Unrealistic optimism – the stuff of vision boards and the so-called “law of attraction” – discourages hard work. If all I have to do is imagine what I want in order to get it, why put in any effort? If all it takes to succeed is to believe that I’m going to succeed, why try? The unscientific self-help gurus who peddle this crap are certainly selling an appealing idea. Who wouldn’t want to take the easy road to wealth and happiness? The only problem is the easy road doesn’t exist.

Realistic pessimism also discourages hard work, but in a more subtle way. If success is very unlikely, then why should I bother trying? If years of hard work will prove to be all for naught because of a looming obstacle, then I’d be a fool to put in all that effort in the first place. Realistic pessimism causes people to believe the excuses their minds generate. This actually has an odd sort of appeal: It encourages laziness. Choosing to put in hard work toward a goal without any guarantee of success is a difficult choice to make. It would be easier to just watch another episode of Curb Your Enthusiasm. In the long run, however, this lifestyle is very unsatisfying.

Growth Mindset

While realistic optimism is a form of positive thinking, it is radically different from what most people think of as positive thinking. Realistic optimism comes to us from the scientific field of positive psychology. It is grounded in modern neuroscience and supported by rigorous research.

In particular, realistic optimism aligns very well with a growth mindset. Stanford researcher and bestselling author Carol Dweck has outlined the distinction between a “growth mindset” and a “fixed mindset.”1 Here’s a breakdown:

The foundational belief of the growth mindset – that improvement is possible – has been shown scientifically to be true, while the fixed-mindset belief that improvement is not possible is false, and only seems to be true because it can operate as a self-fulfilling prophecy.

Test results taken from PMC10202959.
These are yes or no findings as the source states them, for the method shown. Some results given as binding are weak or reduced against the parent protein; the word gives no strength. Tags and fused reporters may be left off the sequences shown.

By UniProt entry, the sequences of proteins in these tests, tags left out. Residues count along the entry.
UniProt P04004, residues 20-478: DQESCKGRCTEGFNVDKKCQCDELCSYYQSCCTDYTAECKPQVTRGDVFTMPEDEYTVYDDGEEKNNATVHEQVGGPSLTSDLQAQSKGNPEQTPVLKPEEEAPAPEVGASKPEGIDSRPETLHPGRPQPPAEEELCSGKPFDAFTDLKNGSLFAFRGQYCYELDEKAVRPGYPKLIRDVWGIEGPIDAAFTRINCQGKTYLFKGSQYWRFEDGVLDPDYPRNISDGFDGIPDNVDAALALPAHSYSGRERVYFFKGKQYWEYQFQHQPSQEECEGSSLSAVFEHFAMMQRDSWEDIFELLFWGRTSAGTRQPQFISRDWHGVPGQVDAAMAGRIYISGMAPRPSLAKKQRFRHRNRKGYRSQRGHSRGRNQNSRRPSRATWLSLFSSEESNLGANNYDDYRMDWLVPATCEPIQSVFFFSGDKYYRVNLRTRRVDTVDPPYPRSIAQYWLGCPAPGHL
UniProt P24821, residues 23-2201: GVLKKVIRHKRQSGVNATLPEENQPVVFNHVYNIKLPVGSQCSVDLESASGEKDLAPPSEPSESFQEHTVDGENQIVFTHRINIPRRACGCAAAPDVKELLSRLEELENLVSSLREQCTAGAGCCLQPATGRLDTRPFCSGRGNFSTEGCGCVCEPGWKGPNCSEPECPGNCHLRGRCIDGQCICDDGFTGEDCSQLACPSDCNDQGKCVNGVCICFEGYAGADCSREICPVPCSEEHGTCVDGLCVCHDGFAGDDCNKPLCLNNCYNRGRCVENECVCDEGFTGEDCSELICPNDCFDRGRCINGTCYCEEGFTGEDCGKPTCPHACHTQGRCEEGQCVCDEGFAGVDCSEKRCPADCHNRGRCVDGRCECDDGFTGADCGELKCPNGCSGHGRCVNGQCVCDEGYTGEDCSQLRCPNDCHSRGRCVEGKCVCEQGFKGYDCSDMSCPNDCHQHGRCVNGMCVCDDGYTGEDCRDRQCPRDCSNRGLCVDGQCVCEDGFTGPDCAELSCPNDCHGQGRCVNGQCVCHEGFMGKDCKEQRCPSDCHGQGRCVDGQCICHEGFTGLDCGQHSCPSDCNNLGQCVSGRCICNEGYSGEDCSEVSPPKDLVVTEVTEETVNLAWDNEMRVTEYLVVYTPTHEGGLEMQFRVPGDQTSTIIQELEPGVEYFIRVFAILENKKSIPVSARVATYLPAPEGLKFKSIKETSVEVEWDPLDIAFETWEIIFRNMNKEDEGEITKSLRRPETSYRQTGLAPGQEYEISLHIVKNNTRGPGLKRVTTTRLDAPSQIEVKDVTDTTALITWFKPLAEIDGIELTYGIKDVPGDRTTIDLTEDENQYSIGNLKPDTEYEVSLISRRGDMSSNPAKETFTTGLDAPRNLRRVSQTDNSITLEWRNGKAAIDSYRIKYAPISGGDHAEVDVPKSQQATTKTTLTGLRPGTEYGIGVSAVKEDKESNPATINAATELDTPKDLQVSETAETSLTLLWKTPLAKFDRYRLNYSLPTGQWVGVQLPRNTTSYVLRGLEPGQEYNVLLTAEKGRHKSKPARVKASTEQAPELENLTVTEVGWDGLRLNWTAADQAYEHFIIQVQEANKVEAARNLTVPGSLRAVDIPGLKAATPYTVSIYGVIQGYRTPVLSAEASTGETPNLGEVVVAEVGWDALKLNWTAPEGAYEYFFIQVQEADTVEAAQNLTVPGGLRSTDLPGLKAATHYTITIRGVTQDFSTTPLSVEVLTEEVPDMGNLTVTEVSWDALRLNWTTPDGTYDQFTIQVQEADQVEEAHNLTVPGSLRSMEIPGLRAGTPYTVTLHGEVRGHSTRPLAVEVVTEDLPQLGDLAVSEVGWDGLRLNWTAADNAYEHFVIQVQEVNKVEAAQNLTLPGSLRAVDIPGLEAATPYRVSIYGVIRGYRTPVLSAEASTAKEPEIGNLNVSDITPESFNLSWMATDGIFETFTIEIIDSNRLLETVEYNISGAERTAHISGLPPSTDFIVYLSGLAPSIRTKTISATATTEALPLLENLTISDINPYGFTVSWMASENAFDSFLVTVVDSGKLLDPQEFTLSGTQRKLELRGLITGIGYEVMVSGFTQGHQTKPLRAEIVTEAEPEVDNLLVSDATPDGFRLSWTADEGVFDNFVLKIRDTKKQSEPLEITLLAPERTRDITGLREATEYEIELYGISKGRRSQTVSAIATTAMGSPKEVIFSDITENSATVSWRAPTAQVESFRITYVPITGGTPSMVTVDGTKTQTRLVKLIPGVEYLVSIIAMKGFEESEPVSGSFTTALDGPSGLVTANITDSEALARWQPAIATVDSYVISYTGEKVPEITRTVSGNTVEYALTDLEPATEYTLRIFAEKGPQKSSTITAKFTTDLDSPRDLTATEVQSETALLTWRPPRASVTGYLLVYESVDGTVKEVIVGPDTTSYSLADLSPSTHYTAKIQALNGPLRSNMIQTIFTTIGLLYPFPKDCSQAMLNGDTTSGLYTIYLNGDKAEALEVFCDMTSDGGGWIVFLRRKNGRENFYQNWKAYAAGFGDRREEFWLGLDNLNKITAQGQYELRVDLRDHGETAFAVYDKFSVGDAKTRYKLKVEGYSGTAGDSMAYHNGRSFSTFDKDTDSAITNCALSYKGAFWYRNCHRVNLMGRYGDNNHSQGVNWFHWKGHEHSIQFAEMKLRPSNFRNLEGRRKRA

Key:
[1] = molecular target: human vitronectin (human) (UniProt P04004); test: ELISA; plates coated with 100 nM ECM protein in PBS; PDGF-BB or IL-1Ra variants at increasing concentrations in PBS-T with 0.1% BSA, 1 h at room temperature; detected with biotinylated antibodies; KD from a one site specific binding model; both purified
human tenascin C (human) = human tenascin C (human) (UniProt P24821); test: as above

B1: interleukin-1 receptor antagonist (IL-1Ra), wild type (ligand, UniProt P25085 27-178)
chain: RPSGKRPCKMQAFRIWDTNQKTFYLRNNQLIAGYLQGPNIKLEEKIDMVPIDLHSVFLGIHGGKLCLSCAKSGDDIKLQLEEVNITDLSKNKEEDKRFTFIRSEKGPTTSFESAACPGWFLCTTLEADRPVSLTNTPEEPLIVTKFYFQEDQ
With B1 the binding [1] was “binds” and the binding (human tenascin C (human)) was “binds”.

Deliberate practice has been widely shown to be the way to walk the mastery path for any skill.2 And clever strategy, when combined with hard work, is a force to be reckoned with. We can improve.

Furthermore, the twin sciences of neuroplasticity and neurogenesis demonstrate the human brain’s amazing capacity to adapt by rewiring and growing new neurons. If you repeatedly do something, your brain becomes more adept at performing that action. If you challenge yourself, your brain grows stronger in order to meet the challenge. Things may be hard now, but you can build momentum, and they will get easier.

As realistic optimists push themselves and search for better techniques, they become better and better, and outcomes that were previously out of reach becomes all but inevitable.


Realistic optimism also inoculates you from giving up when things get hard. If something gets in your way, you will have the confidence to roll up your sleeves and start digging for solutions.

“Confidence is not a guarantee of success, but a pattern of thinking that will improve your likelihood of success, a tenacious search for ways to make things work.” –John Eliot3

Whatever happens, you are an active agent. You will do everything you can to find a way. That is how you should think about the future.


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Works Cited

1 Dweck, Carol. Mindset: The New Psychology of Success. Ballantine Books, 2007.

2 Colvin, Geoff. Talent is Overrated: What Really Separates World-Class Performers from Everybody Else. Portfolio, 2010.

3 Eliot, John. Overachievement: The New Model for Exceptional Performance. Portfolio Hardcover, 2004.